Many with limited space often tell me how much lucky I am because I can grow herbs in my garden. They say how they would love to have fresh herbs to cook with. I always tell them that growing herbs is simple even in the tiniest of places. They are even easily grown on the patio, balcony, or even doorstep for people with no space at all. A windowsill works great too. All you need to do is consider these things…
THE SITE FOR YOUR CONTAINERS:
Most Herbs prefer sun. They grow larger giving us more leaves and flowers when given ample sun. Most enjoy late afternoon sun. If sun is a problem, no worries, there are even herbs that tolerate part shade, Valerian, borage, chervil, lemon balm, penny-royal, sweet cicely, and comfrey, just to name a few. The trick is to do a little research before planting your seeds. Know how much sun your site gets, and look for the the herbs that will do well in that location. Another thing to consider when looking for your site, is how easy will it be to water. I also like to get my containers as close to my kitchen as possible. Makes for easier snipping. Now that you have decided where to plant, let’s look at what we will plant it in!
Really any container will work as long as it has good drainage and is the right size. I have grown herbs in recycled bottles and even an old boot! Remember that at maturity, herbs root systems are slightly larger than the plant is itself so you need to certain that it has plenty of room to grow. A good tip is to give each herb a gallon of potting mix to grow in. If you are using a 12″ container, that will hold about 3 1/2 gallons of potting soil, so that means the container can hold 3 or 4 herb plants.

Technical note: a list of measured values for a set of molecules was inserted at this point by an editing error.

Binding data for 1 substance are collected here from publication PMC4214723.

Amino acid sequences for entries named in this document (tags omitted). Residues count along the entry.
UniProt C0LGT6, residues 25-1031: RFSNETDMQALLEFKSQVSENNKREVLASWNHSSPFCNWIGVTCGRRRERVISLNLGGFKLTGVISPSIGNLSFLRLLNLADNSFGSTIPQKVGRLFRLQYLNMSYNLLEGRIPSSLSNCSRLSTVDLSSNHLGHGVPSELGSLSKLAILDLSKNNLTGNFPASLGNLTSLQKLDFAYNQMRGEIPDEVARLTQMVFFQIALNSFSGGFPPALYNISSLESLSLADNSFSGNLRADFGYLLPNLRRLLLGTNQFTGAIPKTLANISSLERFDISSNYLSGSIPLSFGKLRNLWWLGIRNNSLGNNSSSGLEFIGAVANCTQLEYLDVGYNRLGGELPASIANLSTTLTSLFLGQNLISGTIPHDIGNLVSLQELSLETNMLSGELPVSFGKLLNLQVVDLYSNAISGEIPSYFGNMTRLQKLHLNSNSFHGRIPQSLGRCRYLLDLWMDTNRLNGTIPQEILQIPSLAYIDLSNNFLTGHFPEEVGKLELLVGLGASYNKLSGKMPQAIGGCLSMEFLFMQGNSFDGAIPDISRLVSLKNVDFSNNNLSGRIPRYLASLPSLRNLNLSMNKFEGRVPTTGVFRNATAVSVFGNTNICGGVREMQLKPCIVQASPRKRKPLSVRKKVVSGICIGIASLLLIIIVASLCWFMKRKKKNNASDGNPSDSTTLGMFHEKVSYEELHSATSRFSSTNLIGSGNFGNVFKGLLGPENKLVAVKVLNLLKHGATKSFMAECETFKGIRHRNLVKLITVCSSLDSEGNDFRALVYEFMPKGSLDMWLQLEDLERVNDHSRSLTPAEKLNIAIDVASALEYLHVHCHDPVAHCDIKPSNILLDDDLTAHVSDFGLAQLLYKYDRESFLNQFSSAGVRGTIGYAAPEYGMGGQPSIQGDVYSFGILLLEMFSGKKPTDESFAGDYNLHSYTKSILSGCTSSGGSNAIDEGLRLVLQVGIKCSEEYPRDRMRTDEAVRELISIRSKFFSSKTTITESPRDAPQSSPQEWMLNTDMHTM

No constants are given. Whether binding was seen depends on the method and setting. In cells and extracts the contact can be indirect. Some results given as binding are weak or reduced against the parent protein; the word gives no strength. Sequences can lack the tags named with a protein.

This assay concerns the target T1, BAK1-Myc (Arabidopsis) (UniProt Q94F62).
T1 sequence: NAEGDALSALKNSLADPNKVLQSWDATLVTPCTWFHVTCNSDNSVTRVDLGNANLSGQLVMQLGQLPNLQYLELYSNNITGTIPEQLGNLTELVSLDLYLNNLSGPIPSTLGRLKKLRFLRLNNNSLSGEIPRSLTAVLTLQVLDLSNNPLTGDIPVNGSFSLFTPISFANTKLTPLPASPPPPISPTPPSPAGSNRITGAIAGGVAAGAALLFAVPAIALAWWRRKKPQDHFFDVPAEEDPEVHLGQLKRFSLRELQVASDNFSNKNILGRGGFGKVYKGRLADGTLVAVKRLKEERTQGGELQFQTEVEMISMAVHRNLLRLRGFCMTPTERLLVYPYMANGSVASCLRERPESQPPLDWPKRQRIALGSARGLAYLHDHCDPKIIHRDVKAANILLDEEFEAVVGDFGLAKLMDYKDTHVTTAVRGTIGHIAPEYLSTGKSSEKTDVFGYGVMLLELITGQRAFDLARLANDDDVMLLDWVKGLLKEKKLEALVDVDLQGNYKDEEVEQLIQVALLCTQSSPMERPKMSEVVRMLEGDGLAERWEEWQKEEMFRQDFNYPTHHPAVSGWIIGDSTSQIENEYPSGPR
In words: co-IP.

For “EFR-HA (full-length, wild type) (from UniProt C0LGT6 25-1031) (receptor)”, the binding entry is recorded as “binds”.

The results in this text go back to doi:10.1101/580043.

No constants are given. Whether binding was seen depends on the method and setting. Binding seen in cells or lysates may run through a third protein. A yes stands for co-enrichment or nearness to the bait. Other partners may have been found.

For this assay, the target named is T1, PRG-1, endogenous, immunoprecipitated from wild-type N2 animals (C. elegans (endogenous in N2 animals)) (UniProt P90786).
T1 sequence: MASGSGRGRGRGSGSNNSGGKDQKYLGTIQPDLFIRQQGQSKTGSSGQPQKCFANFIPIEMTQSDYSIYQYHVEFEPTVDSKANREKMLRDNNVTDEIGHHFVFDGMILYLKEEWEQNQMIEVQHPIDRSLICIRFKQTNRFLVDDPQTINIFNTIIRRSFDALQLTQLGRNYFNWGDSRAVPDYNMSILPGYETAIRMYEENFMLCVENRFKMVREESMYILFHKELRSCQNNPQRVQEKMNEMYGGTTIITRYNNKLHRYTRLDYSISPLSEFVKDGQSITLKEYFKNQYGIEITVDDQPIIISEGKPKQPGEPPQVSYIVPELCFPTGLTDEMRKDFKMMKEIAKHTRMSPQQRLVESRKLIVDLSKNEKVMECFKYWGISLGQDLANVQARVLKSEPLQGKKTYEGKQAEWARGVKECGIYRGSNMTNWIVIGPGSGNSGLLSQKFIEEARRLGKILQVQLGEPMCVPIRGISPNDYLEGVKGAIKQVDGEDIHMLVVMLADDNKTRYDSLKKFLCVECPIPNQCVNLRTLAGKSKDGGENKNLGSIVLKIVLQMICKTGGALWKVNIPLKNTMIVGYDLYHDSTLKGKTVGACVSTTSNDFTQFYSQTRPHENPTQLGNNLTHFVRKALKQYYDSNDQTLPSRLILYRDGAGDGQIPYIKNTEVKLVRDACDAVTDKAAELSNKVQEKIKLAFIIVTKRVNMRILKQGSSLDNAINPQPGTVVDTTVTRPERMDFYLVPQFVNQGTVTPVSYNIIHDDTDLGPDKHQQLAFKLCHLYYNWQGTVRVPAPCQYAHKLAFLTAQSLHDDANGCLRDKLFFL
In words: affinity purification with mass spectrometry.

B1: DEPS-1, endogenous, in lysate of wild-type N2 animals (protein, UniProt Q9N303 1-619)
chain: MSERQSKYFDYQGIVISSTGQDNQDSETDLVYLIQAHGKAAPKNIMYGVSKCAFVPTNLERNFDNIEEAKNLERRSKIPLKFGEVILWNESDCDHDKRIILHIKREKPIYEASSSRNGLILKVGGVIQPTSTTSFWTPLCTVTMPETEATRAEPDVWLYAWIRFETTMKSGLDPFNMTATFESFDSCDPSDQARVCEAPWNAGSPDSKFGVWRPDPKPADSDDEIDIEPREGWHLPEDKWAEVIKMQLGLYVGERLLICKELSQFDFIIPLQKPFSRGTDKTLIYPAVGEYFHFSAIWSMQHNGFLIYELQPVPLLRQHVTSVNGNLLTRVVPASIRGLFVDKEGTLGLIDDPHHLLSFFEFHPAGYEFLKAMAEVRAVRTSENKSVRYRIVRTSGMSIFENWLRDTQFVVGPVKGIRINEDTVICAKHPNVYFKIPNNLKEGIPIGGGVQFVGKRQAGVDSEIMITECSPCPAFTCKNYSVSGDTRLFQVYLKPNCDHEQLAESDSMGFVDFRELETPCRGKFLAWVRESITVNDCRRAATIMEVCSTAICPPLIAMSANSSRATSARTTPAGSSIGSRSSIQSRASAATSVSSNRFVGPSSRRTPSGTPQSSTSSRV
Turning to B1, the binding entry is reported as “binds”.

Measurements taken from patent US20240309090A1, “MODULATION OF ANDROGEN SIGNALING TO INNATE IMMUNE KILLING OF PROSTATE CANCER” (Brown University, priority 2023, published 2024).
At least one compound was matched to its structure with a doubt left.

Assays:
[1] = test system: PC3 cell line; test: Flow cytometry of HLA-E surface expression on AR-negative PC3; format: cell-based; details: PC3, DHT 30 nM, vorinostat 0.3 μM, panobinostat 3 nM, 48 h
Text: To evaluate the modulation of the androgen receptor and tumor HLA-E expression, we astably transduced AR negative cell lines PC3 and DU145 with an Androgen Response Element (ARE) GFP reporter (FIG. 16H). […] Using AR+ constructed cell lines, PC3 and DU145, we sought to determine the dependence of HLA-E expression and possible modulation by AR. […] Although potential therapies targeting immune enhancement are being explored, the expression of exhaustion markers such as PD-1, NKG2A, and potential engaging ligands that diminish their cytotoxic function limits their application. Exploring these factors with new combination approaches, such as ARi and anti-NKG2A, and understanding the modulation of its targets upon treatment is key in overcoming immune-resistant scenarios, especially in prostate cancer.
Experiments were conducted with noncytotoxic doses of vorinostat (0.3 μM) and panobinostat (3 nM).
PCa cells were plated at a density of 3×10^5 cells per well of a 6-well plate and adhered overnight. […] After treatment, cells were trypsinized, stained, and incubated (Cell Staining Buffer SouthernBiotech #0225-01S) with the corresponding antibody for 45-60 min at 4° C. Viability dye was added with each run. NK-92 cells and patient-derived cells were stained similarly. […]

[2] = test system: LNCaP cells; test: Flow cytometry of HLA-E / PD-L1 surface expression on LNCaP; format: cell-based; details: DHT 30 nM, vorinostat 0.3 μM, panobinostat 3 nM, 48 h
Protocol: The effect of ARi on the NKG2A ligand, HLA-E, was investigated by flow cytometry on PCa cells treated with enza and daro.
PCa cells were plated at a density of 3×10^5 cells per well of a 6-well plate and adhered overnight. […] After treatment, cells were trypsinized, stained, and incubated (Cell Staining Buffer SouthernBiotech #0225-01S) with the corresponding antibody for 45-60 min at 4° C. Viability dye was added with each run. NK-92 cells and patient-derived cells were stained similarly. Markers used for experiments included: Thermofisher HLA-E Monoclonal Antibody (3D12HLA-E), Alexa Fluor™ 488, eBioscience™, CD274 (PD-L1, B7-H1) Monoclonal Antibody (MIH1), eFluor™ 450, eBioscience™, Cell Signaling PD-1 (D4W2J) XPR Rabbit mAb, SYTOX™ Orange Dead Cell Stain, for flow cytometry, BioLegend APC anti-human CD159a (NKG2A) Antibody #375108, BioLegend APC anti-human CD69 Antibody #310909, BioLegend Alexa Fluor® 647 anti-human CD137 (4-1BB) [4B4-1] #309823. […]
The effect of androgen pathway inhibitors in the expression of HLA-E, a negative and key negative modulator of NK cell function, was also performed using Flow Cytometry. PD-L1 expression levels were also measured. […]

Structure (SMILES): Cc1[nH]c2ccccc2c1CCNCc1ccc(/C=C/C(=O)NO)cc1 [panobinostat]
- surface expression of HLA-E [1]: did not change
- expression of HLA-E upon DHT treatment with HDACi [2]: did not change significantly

POTTING MIX/POTTING SOIL
Use good quality potting mix for your herbs. Garden Soil can have contaminants or garden pests that can cause you trouble during the growing season. It’s best to find a quality potting soil that is sterile and few from pests and diseases. Potting mixes also retain moisture well and have good drainage. Most potting mixes don’t have fertilizer in them (unless otherwise stated on the package), so you may need to add some before planting.
HOW TO PLANT
If you are growing your herbs from seed, plant them in a small container, with seed starting mix first. This will give them a speedy, healthy start. Make sure your soil is moist, but not wet when transplanting to permanent container, the seedlings should be 2 to 3″ tall and planted so the top of the root ball is just slightly below soil level. Gently press soil down and water slowly until water comes out of the drainage holes.
CARE AND HARVESTING
For the first week or two, take the time to watch how quickly the soil in your container dries out so you can learn how often to water. Depending on the amount of sun and other environmental factors, containers can dry out at different paces. Over watering can cause root rot and fungal problems, and under watering can cause scorching and wilting. When watering, water until you see it coming out of the drainage holes. Between waterings, feel the soil to see if it is still damp an inch or 2 below the surface (if you have a deeper container, try 3″ down). If it is, wait to water. As the plants grow, you will be watering more often. Be certain to keep a close eye on your container during the hottest days of summer. Container plants can dry out very fast. Follow the instructions on your fertilizer label to know when to use it.
Some herbs are perennials and can be brought indoors over winter. If you plan on bringing perennial herbs indoors for the winter, look for compact varieties and it is also a good idea to look for drought tolerant herbs because although I will never admit it, even I forget to water on a few occasions. Be certain to select a place with adequate lighting, about 14 hours a day, and away from heater vents and fireplaces. Check often for moisture as our homes are pretty dry in the winter and many plants like to have humidity.